At Holy Communion, we say, “Lord, I am not worthy for you to enter under my roof.” Before we receive Jesus into our body, we are to humble and make clean ourselves, and with the faith that we have, no matter how small, we are inviting Him to whole-heartedly enter into our lives. We look forward to a new week ahead of us, knowing that God is in us to go through it all, with no fears and no hesitation to ask for the Lord’s help when we are lost.

(Today’s Oxygen by Austin Leong)

Prayer: Make us humble, O Lord, that we do not look inwards to ourselves, but to look outwards, doing good unto others.

Thanksgiving: We give thanks to those who have helped us, we pray for the faith of others.

3 December, Sunday – Abilities & Attitudes

3 Dec – 1st Sunday of Advent

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Isaiah 63:16-17, 64:1, 3-8

You, Lord, yourself are our Father, ‘Our Redeemer’ is your ancient name.

Why, Lord, leave us to stray from your ways and harden our hearts against fearing you?

Return, for the sake of your servants, the tribes of your inheritance.

Oh, that you would tear the heavens open and come down!

– at your Presence the mountains would melt. No ear has heard, no eye has seen any god but you act like this for those who trust him.

You guide those who act with integrity and keep your ways in mind.

You were angry when we were sinners; we had long been rebels against you.

We were all like men unclean, all that integrity of ours like filthy clothing.

We have all withered like leaves and our sins blew us away like the wind.

No one invoked your name or roused himself to catch hold of you.

For you hid your face from us and gave us up to the power of our sins.

And yet, Lord, you are our Father; we the clay, you the potter, we are all the work of your hand.

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1 Corinthians 1:3-9

May God our Father and the Lord Jesus Christ send you grace and peace.

I never stop thanking God for all the graces you have received through Jesus Christ. I thank him that you have been enriched in so many ways, especially in your teachers and preachers; the witness to Christ has indeed been strong among you so that you will not be without any of the gifts of the Spirit while you are waiting for our Lord Jesus Christ to be revealed; and he will keep you steady and without blame until the last day, the day of our Lord Jesus Christ, because God by calling you has joined you to his Son, Jesus Christ; and God is faithful.

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Mark 13:33-37

Jesus said to his disciples, ‘Be on your guard, stay awake, because you never know when the time will come. It is like a man travelling abroad: he has gone from home, and left his servants in charge, each with his own task; and he has told the doorkeeper to stay awake. So stay awake, because you do not know when the master of the house is coming, evening, midnight, cockcrow, dawn; if he comes unexpectedly, he must not find you asleep. And what I say to you I say to all: Stay awake!’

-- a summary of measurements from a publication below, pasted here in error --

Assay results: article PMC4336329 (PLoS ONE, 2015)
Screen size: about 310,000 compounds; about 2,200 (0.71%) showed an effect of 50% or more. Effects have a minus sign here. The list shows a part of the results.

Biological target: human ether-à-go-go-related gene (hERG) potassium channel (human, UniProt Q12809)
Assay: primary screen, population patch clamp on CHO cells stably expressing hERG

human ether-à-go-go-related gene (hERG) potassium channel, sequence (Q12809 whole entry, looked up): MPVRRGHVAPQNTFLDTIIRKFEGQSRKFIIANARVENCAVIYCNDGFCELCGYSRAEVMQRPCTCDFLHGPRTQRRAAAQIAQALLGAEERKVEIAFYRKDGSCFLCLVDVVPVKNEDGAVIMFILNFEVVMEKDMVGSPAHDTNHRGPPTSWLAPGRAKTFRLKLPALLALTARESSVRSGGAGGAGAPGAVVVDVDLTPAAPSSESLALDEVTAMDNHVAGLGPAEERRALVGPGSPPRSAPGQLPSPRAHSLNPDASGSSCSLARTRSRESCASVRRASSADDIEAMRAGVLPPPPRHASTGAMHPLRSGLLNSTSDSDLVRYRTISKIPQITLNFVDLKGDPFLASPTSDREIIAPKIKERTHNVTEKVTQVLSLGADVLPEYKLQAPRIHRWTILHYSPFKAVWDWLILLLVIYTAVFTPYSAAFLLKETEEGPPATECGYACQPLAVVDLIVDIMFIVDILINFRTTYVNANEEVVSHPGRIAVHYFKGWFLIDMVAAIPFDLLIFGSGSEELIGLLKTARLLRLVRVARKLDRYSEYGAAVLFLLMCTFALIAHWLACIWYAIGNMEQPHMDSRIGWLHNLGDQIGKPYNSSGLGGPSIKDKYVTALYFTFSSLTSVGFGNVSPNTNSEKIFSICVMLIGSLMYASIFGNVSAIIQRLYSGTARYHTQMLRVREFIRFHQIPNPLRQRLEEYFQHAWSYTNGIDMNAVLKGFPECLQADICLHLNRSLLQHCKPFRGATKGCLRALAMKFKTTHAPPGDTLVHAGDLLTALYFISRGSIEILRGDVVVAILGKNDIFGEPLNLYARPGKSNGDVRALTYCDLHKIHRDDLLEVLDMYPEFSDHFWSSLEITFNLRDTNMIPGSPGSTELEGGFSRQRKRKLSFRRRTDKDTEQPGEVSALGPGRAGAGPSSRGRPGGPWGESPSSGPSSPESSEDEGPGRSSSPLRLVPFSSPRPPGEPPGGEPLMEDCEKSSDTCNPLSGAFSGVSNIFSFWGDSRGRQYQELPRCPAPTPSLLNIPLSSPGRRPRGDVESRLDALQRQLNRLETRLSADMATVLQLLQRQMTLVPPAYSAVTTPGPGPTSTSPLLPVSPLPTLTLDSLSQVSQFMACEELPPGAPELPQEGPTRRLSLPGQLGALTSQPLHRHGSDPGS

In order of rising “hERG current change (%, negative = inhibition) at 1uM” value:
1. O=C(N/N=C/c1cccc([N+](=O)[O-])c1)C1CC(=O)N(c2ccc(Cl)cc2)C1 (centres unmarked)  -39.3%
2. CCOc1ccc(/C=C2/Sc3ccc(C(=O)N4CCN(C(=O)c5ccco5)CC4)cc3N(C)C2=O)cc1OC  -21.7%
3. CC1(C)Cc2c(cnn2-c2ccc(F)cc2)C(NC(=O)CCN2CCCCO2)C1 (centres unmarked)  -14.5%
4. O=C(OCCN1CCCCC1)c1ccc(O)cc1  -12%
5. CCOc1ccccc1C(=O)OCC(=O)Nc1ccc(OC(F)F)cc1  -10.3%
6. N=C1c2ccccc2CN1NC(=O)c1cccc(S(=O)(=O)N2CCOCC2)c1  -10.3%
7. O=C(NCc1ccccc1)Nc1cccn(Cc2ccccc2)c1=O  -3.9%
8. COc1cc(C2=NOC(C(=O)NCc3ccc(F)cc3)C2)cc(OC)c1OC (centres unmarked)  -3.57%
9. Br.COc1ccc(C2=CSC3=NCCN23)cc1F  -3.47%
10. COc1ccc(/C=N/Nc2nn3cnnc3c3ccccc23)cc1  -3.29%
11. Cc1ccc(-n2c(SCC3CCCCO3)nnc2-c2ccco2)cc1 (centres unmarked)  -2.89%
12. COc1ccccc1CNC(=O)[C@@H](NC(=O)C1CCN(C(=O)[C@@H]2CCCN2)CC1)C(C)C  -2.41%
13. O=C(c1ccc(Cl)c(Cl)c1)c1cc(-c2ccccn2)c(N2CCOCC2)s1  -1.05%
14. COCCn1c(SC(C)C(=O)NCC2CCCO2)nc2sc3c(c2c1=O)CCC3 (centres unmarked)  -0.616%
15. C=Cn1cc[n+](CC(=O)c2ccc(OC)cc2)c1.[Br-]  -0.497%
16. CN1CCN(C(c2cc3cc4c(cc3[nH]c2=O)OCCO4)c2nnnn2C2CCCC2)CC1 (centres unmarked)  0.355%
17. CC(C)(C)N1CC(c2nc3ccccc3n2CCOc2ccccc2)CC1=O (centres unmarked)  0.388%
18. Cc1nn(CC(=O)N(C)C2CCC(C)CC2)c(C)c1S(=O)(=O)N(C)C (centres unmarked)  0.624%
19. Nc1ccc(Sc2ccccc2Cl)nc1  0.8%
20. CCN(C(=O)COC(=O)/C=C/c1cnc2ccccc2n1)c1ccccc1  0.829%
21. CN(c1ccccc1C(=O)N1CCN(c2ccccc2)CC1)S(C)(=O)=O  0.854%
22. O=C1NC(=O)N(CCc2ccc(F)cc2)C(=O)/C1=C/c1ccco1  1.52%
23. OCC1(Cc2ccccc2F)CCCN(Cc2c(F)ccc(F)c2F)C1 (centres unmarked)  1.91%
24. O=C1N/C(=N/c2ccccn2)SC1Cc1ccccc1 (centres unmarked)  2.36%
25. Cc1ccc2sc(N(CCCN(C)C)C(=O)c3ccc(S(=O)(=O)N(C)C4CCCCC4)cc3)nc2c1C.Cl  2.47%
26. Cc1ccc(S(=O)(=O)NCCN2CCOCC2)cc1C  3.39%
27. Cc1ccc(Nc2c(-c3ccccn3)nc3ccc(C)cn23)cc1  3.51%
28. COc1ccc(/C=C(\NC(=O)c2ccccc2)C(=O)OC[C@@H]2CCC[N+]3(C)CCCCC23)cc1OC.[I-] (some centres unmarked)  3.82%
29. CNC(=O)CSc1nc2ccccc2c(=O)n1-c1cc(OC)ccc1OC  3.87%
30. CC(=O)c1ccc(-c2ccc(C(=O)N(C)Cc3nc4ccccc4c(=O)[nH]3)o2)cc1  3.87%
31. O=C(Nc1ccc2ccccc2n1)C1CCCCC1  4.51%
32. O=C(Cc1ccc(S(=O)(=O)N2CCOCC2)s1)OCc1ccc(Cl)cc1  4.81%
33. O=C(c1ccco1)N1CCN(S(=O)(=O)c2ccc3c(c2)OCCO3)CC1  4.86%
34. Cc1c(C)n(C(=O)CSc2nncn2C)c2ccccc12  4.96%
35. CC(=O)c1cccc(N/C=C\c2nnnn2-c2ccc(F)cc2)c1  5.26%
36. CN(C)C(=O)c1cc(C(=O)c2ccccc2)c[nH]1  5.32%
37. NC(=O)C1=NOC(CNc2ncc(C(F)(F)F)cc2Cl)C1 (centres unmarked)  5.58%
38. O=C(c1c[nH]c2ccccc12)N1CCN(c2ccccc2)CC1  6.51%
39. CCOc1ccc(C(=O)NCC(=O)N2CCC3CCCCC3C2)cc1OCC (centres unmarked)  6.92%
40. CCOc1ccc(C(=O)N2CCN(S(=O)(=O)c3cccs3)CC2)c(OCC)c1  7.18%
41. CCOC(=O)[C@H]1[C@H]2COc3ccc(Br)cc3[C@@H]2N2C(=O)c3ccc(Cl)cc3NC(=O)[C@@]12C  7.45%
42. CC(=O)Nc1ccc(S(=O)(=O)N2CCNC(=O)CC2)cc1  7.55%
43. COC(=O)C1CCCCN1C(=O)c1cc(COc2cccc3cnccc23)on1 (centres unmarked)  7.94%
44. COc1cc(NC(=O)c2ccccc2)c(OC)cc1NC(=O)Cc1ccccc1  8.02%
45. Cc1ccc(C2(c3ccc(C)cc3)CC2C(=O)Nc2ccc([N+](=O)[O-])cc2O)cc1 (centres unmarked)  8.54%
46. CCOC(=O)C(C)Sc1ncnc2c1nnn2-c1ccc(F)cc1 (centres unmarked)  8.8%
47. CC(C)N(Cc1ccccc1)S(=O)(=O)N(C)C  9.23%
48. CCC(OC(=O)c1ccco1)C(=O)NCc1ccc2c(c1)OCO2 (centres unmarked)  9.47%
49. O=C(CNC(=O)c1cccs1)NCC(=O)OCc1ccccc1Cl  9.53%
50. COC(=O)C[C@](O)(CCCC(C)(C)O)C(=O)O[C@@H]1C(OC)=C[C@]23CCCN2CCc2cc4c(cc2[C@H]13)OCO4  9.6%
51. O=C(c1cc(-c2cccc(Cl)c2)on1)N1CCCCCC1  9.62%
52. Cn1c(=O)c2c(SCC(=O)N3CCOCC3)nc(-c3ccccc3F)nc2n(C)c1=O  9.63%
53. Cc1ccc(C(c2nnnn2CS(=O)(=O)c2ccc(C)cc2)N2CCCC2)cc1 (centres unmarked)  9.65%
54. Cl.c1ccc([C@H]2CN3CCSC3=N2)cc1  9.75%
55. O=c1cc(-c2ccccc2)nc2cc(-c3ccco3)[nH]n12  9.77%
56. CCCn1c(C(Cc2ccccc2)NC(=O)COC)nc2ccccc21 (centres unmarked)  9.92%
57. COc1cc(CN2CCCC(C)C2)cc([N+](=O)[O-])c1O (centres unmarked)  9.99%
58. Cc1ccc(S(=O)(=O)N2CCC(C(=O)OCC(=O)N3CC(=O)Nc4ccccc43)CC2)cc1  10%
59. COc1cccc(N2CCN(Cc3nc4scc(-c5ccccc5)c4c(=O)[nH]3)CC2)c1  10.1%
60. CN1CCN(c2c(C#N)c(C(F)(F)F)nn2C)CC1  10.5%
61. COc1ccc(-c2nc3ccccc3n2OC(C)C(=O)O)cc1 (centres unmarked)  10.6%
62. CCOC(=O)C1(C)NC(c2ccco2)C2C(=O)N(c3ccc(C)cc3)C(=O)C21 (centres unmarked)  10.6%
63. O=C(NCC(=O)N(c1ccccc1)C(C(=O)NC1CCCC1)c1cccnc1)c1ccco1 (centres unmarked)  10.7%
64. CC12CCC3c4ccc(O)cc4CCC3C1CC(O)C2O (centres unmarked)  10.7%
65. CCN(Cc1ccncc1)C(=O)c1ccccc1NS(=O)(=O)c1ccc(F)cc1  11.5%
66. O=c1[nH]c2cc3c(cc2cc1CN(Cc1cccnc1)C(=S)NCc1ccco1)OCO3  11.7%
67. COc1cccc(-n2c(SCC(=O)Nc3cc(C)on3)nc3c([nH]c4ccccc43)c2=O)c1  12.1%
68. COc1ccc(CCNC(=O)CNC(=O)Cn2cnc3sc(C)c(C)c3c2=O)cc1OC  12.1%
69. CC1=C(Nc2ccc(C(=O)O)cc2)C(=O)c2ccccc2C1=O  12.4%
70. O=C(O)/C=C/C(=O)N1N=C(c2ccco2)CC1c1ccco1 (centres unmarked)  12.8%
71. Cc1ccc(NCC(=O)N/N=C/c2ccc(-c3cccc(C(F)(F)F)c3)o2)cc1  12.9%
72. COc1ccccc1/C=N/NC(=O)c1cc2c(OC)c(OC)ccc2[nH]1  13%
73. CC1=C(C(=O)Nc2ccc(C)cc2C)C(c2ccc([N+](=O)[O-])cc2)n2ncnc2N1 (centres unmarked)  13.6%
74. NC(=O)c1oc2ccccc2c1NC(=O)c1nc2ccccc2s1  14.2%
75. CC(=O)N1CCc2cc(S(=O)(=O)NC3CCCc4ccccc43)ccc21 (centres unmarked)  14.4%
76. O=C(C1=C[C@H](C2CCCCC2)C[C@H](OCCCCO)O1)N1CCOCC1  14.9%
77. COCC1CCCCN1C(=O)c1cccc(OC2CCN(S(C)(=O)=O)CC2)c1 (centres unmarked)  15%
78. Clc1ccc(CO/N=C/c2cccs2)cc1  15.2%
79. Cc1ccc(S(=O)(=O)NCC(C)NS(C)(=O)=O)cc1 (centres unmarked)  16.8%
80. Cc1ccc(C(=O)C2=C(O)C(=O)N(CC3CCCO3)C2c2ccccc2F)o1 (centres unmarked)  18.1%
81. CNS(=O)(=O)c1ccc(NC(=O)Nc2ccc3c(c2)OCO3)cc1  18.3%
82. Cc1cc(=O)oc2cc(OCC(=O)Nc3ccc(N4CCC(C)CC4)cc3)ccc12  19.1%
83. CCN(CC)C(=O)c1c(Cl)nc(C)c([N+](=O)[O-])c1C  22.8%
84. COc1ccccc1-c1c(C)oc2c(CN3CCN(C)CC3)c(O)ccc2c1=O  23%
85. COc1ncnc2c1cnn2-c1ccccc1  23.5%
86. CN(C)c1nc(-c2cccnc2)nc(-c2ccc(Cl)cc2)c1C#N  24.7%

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You will not be without any of the gifts

Today is the first day in the season of Advent. The opening and beginning in preparation for the coming of our Lord baby Jesus. If we are to look back to the year twenty-seventeen, and realise that we have not done much in terms of God’s work, being busy with our very own agenda, and have not given much charity, we may want to organise ourselves this Advent to enrich our daily living with works of the Spirit.

Last week, God reminded us that, however we have treated our neighbours, we do it unto Him. Today’s reading and Gospel reassures us that, as our heart lies in the Spirit of Christ, we are not short of the ability to do God’s work. We are filled with the Holy Spirit, the gifts from our Lord are ever so powerful and generous for us to show His work onto others. We are called to enrich others as the Lord has enriched us with His love and generosity. Following the reading, now that we know we have the abilities through the Spirit, we will need the attitude. The attitude to want to do the right thing, to always be present and being ready to invite God into our lives where we make the best decisions and actually do the work. To ‘Sleep’ is to switch off and not be prepared for what is ahead of us, such that we may feel lost and dejected. To be ‘Awake’ is to have our hearts prepared in receiving Christ into our lives, that we are always open in our hearts in seeing Jesus in every situation. We are not to be blinded by distractions and temptations that lead us away from the Spirit.

If I am to look back on the past two years, I thought twenty-sixteen was a year where God provided me with the right foundation and stepping stone in my career and personal life; that, I am very thankful for. But twenty-seventeen was an even more eventful year where those foundations and stones built in the previous year began to take place and enable me to see the generosity that He has provided me with. This Advent, I would like to move forward more through preparing myself in being His fully-awake servant, that more works of charity will come out of my daily habits. If you have been experiencing a rather difficult year, let this Advent be an encouraging one, that the coming of Jesus gives you hope and joys, to never forget that He has implanted the abilities in us. And now is for us to raise the right attitude in ourselves.

(Today’s Oxygen by Austin Leong)

Prayer: We pray for those who are having difficult moments in their household, that the Spirit of Advent shows them a new beginning, that it is never too late with Christ.

Thanksgiving: We give thanks for a generous and loving God, who watches over us and builds our pathways the way He wants them to be.